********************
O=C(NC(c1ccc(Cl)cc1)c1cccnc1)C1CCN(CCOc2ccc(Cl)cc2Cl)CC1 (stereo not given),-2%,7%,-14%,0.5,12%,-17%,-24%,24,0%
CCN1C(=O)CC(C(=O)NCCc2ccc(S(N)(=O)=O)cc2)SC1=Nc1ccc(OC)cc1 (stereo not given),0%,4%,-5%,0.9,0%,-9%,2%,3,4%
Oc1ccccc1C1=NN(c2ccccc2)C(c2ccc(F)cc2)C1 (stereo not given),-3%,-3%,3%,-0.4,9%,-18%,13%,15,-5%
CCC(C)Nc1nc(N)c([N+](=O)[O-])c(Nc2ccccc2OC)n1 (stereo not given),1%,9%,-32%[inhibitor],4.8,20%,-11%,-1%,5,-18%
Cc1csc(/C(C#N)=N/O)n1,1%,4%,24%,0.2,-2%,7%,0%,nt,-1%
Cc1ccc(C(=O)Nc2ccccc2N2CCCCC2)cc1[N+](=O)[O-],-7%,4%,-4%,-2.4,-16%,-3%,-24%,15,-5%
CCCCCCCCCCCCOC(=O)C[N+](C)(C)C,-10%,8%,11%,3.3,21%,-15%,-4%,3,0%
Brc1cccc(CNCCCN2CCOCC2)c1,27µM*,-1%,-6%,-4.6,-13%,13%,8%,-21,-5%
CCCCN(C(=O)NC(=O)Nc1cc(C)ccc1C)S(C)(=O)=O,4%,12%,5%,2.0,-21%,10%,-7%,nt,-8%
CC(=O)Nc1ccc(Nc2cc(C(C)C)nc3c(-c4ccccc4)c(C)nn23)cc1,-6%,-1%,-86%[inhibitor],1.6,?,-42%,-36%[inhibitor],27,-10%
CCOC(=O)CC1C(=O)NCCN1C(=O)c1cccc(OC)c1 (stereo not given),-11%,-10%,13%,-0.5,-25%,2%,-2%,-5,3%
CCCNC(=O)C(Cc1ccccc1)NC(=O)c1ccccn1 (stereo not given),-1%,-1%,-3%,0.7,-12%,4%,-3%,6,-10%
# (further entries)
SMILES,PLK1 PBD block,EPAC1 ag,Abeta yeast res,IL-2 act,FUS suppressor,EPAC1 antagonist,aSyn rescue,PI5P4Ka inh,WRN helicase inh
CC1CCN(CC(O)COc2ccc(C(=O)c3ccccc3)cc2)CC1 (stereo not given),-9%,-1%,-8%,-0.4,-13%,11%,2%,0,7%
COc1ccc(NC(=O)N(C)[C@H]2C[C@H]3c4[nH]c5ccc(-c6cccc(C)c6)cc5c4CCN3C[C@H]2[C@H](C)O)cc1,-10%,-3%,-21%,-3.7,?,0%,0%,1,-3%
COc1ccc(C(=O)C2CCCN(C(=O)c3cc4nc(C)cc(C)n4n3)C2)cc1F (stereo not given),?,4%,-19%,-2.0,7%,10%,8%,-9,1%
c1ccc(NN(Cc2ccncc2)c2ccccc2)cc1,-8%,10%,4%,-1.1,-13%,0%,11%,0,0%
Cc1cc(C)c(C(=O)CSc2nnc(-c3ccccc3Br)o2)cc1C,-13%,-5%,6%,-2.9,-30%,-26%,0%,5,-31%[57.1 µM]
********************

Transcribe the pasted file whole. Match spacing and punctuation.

O=C(NC(c1ccc(Cl)cc1)c1cccnc1)C1CCN(CCOc2ccc(Cl)cc2Cl)CC1 (stereo not given),-2%,7%,-14%,0.5,12%,-17%,-24%,24,0%
CCN1C(=O)CC(C(=O)NCCc2ccc(S(N)(=O)=O)cc2)SC1=Nc1ccc(OC)cc1 (stereo not given),0%,4%,-5%,0.9,0%,-9%,2%,3,4%
Oc1ccccc1C1=NN(c2ccccc2)C(c2ccc(F)cc2)C1 (stereo not given),-3%,-3%,3%,-0.4,9%,-18%,13%,15,-5%
CCC(C)Nc1nc(N)c([N+](=O)[O-])c(Nc2ccccc2OC)n1 (stereo not given),1%,9%,-32%[inhibitor],4.8,20%,-11%,-1%,5,-18%
Cc1csc(/C(C#N)=N/O)n1,1%,4%,24%,0.2,-2%,7%,0%,nt,-1%
Cc1ccc(C(=O)Nc2ccccc2N2CCCCC2)cc1[N+](=O)[O-],-7%,4%,-4%,-2.4,-16%,-3%,-24%,15,-5%
CCCCCCCCCCCCOC(=O)C[N+](C)(C)C,-10%,8%,11%,3.3,21%,-15%,-4%,3,0%
Brc1cccc(CNCCCN2CCOCC2)c1,27µM*,-1%,-6%,-4.6,-13%,13%,8%,-21,-5%
CCCCN(C(=O)NC(=O)Nc1cc(C)ccc1C)S(C)(=O)=O,4%,12%,5%,2.0,-21%,10%,-7%,nt,-8%
CC(=O)Nc1ccc(Nc2cc(C(C)C)nc3c(-c4ccccc4)c(C)nn23)cc1,-6%,-1%,-86%[inhibitor],1.6,?,-42%,-36%[inhibitor],27,-10%
CCOC(=O)CC1C(=O)NCCN1C(=O)c1cccc(OC)c1 (stereo not given),-11%,-10%,13%,-0.5,-25%,2%,-2%,-5,3%
CCCNC(=O)C(Cc1ccccc1)NC(=O)c1ccccn1 (stereo not given),-1%,-1%,-3%,0.7,-12%,4%,-3%,6,-10%
# (further entries)
SMILES,PLK1 PBD block,EPAC1 ag,Abeta yeast res,IL-2 act,FUS suppressor,EPAC1 antagonist,aSyn rescue,PI5P4Ka inh,WRN helicase inh
CC1CCN(CC(O)COc2ccc(C(=O)c3ccccc3)cc2)CC1 (stereo not given),-9%,-1%,-8%,-0.4,-13%,11%,2%,0,7%
COc1ccc(NC(=O)N(C)[C@H]2C[C@H]3c4[nH]c5ccc(-c6cccc(C)c6)cc5c4CCN3C[C@H]2[C@H](C)O)cc1,-10%,-3%,-21%,-3.7,?,0%,0%,1,-3%
COc1ccc(C(=O)C2CCCN(C(=O)c3cc4nc(C)cc(C)n4n3)C2)cc1F (stereo not given),?,4%,-19%,-2.0,7%,10%,8%,-9,1%
c1ccc(NN(Cc2ccncc2)c2ccccc2)cc1,-8%,10%,4%,-1.1,-13%,0%,11%,0,0%
Cc1cc(C)c(C(=O)CSc2nnc(-c3ccccc3Br)o2)cc1C,-13%,-5%,6%,-2.9,-30%,-26%,0%,5,-31%[57.1 µM]